The following chart compares Bubble 1.0 (2004 and 2006) to Bubble 2.0 on an apples-to-apples basis using the popular loan programs of each era.

Bottom line: Resale prices are down 1% from 2006 but the monthly payment is 32% greater and annual income needed to qualify for a mortgage 68% more.

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duo's picture

I'm paying off my mortgage Thursday. Glad I don't have to worry about this crap.

1stepcloser's picture

Just keep that prop tax payment on time... 

-The club...

Hal n back's picture

damn annual property tax is more than the annual P&I

First and second homes were not like that.

USisCorrupt's picture

Rudy Giulani blows Pizzagate WIDE OPEN, Today Dec 20th !

http://archive.is/IDBh5

THIS IS HUGE!

Squid Viscous's picture

that lisping faggot must be involved himself, maybe hoping to "cop" a plea

Doña K's picture

The problem is if mortgage rate is high, selling your house is tough.

roddy6667's picture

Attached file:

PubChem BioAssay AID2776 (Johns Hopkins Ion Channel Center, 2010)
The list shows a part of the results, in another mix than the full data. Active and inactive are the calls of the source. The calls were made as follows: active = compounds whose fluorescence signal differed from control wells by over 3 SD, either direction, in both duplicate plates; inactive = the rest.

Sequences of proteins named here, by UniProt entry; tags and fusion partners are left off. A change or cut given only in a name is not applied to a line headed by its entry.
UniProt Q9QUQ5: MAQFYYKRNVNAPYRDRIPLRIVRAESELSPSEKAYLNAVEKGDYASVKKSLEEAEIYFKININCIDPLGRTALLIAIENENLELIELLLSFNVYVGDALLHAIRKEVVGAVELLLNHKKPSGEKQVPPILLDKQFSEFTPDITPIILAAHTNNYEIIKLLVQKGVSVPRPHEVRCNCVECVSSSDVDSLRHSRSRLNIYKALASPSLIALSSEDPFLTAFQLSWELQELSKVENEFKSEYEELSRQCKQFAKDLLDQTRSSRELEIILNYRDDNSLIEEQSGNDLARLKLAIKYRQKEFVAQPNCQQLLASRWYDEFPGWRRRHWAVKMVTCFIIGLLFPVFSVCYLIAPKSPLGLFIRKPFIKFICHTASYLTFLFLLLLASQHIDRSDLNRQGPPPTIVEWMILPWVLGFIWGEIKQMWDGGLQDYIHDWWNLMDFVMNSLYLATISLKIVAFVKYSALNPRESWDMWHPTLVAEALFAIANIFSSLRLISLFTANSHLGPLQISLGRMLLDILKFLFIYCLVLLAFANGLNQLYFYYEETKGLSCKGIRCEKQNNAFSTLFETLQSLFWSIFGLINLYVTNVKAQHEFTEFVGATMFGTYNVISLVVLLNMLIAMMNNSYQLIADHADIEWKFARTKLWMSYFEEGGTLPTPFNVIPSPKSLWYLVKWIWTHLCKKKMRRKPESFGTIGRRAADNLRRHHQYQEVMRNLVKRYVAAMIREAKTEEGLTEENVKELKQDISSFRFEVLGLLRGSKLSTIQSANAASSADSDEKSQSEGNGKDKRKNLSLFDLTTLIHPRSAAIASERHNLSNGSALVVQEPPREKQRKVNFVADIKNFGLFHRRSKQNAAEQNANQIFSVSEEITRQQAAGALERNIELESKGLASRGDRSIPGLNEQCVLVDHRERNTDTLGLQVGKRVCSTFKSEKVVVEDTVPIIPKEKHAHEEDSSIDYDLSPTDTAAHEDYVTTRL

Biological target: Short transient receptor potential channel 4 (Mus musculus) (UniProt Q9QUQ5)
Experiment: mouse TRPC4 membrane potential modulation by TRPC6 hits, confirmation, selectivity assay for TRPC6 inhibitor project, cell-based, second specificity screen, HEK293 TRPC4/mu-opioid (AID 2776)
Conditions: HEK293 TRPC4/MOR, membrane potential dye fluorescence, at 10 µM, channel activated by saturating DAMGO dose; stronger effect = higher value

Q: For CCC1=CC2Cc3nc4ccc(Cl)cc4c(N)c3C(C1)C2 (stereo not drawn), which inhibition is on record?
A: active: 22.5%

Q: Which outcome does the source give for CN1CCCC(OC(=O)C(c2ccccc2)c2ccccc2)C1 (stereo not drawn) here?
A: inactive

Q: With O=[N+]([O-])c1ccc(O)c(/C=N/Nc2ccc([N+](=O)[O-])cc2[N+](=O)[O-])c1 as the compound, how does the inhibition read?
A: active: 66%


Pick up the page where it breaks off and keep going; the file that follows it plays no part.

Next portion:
In 1986-1988 mortgage rates were 12% and slowly sliding down to under 9%. Houses were selling like crazy, often over asking price. Interest rates are only a part of the picture, and sometimes a minor part.Supply and demand, demographics, and the condition of the overall economy are more important.

 

migra's picture

High rates suck for sellers, but good for smart buyers.

eatthebanksters's picture

This isn't rocket science.  People buy houses based on what they can afford for a mortgage payment each month.  If rates go dwon people can borrow more and prices rise.  If borrowing rates go up people borrow less and we have deflation.  

Fewer people buy in a climate of prospective price depreciation which in turn slows the market even more which in turn drives prices further down.  It's a self fulfilling cycle.  

The only way to get out of this cycle at this point is more QE and lower rates which trigger infation, OR, create income growth that offests the increased borrowing costs and keeps demand constant or growing.